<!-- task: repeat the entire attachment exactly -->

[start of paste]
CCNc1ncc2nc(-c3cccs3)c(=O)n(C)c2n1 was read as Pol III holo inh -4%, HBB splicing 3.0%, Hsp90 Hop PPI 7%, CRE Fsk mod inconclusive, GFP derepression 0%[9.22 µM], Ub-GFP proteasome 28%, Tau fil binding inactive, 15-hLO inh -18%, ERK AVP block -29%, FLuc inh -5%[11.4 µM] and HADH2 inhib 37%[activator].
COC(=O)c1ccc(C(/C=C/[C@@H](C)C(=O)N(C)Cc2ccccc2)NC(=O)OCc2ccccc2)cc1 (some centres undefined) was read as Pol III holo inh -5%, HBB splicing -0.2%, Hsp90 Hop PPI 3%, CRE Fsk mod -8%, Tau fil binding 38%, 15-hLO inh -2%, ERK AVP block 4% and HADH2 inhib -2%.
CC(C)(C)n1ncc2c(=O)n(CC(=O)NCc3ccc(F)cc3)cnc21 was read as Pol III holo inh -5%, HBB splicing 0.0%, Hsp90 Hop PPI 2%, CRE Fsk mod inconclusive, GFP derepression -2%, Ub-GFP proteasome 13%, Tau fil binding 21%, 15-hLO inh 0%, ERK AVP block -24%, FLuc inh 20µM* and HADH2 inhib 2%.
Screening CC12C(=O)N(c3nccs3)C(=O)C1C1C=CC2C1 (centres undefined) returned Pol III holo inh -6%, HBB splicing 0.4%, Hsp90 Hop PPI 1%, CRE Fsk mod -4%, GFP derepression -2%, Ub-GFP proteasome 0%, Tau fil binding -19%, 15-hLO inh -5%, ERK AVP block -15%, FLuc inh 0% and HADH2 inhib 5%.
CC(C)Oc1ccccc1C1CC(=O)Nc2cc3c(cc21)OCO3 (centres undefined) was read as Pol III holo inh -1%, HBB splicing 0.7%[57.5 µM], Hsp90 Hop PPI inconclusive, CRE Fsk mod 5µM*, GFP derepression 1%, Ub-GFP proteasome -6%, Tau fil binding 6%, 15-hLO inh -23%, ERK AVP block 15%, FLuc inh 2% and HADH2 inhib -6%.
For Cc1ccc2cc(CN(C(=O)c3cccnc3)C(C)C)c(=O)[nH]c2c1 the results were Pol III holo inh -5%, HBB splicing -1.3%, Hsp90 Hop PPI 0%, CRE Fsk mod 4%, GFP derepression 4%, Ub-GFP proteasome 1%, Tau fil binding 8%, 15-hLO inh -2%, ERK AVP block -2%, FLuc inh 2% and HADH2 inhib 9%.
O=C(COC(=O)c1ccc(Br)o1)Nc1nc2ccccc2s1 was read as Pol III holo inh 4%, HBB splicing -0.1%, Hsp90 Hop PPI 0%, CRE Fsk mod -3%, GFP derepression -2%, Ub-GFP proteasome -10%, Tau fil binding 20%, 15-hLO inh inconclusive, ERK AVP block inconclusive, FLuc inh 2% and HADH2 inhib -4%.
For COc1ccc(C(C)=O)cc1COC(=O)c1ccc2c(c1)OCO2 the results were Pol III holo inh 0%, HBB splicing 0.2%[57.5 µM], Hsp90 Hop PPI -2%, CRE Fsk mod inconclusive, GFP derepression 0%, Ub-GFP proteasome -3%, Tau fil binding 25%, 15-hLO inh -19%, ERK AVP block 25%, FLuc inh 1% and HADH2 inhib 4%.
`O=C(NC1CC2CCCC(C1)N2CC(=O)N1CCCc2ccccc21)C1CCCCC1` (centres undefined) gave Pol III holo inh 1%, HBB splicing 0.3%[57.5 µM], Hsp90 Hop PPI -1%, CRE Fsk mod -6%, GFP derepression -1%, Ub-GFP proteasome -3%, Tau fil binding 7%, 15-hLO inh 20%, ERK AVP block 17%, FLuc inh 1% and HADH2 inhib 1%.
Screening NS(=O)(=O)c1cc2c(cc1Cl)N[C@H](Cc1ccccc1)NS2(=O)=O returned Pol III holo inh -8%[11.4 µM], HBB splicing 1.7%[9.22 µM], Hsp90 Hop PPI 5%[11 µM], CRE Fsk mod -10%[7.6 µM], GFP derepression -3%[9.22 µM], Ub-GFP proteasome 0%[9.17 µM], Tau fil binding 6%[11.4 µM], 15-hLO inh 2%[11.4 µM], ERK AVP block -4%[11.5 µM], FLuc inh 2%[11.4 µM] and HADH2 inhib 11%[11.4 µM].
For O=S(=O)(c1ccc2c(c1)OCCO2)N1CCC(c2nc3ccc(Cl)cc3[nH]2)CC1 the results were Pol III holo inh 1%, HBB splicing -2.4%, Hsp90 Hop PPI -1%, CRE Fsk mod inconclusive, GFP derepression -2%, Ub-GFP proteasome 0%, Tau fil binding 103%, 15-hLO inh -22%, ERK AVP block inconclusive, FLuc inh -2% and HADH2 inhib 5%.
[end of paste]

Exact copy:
CCNc1ncc2nc(-c3cccs3)c(=O)n(C)c2n1 was read as Pol III holo inh -4%, HBB splicing 3.0%, Hsp90 Hop PPI 7%, CRE Fsk mod inconclusive, GFP derepression 0%[9.22 µM], Ub-GFP proteasome 28%, Tau fil binding inactive, 15-hLO inh -18%, ERK AVP block -29%, FLuc inh -5%[11.4 µM] and HADH2 inhib 37%[activator].
COC(=O)c1ccc(C(/C=C/[C@@H](C)C(=O)N(C)Cc2ccccc2)NC(=O)OCc2ccccc2)cc1 (some centres undefined) was read as Pol III holo inh -5%, HBB splicing -0.2%, Hsp90 Hop PPI 3%, CRE Fsk mod -8%, Tau fil binding 38%, 15-hLO inh -2%, ERK AVP block 4% and HADH2 inhib -2%.
CC(C)(C)n1ncc2c(=O)n(CC(=O)NCc3ccc(F)cc3)cnc21 was read as Pol III holo inh -5%, HBB splicing 0.0%, Hsp90 Hop PPI 2%, CRE Fsk mod inconclusive, GFP derepression -2%, Ub-GFP proteasome 13%, Tau fil binding 21%, 15-hLO inh 0%, ERK AVP block -24%, FLuc inh 20µM* and HADH2 inhib 2%.
Screening CC12C(=O)N(c3nccs3)C(=O)C1C1C=CC2C1 (centres undefined) returned Pol III holo inh -6%, HBB splicing 0.4%, Hsp90 Hop PPI 1%, CRE Fsk mod -4%, GFP derepression -2%, Ub-GFP proteasome 0%, Tau fil binding -19%, 15-hLO inh -5%, ERK AVP block -15%, FLuc inh 0% and HADH2 inhib 5%.
CC(C)Oc1ccccc1C1CC(=O)Nc2cc3c(cc21)OCO3 (centres undefined) was read as Pol III holo inh -1%, HBB splicing 0.7%[57.5 µM], Hsp90 Hop PPI inconclusive, CRE Fsk mod 5µM*, GFP derepression 1%, Ub-GFP proteasome -6%, Tau fil binding 6%, 15-hLO inh -23%, ERK AVP block 15%, FLuc inh 2% and HADH2 inhib -6%.
For Cc1ccc2cc(CN(C(=O)c3cccnc3)C(C)C)c(=O)[nH]c2c1 the results were Pol III holo inh -5%, HBB splicing -1.3%, Hsp90 Hop PPI 0%, CRE Fsk mod 4%, GFP derepression 4%, Ub-GFP proteasome 1%, Tau fil binding 8%, 15-hLO inh -2%, ERK AVP block -2%, FLuc inh 2% and HADH2 inhib 9%.
O=C(COC(=O)c1ccc(Br)o1)Nc1nc2ccccc2s1 was read as Pol III holo inh 4%, HBB splicing -0.1%, Hsp90 Hop PPI 0%, CRE Fsk mod -3%, GFP derepression -2%, Ub-GFP proteasome -10%, Tau fil binding 20%, 15-hLO inh inconclusive, ERK AVP block inconclusive, FLuc inh 2% and HADH2 inhib -4%.
For COc1ccc(C(C)=O)cc1COC(=O)c1ccc2c(c1)OCO2 the results were Pol III holo inh 0%, HBB splicing 0.2%[57.5 µM], Hsp90 Hop PPI -2%, CRE Fsk mod inconclusive, GFP derepression 0%, Ub-GFP proteasome -3%, Tau fil binding 25%, 15-hLO inh -19%, ERK AVP block 25%, FLuc inh 1% and HADH2 inhib 4%.
`O=C(NC1CC2CCCC(C1)N2CC(=O)N1CCCc2ccccc21)C1CCCCC1` (centres undefined) gave Pol III holo inh 1%, HBB splicing 0.3%[57.5 µM], Hsp90 Hop PPI -1%, CRE Fsk mod -6%, GFP derepression -1%, Ub-GFP proteasome -3%, Tau fil binding 7%, 15-hLO inh 20%, ERK AVP block 17%, FLuc inh 1% and HADH2 inhib 1%.
Screening NS(=O)(=O)c1cc2c(cc1Cl)N[C@H](Cc1ccccc1)NS2(=O)=O returned Pol III holo inh -8%[11.4 µM], HBB splicing 1.7%[9.22 µM], Hsp90 Hop PPI 5%[11 µM], CRE Fsk mod -10%[7.6 µM], GFP derepression -3%[9.22 µM], Ub-GFP proteasome 0%[9.17 µM], Tau fil binding 6%[11.4 µM], 15-hLO inh 2%[11.4 µM], ERK AVP block -4%[11.5 µM], FLuc inh 2%[11.4 µM] and HADH2 inhib 11%[11.4 µM].
For O=S(=O)(c1ccc2c(c1)OCCO2)N1CCC(c2nc3ccc(Cl)cc3[nH]2)CC1 the results were Pol III holo inh 1%, HBB splicing -2.4%, Hsp90 Hop PPI -1%, CRE Fsk mod inconclusive, GFP derepression -2%, Ub-GFP proteasome 0%, Tau fil binding 103%, 15-hLO inh -22%, ERK AVP block inconclusive, FLuc inh -2% and HADH2 inhib 5%.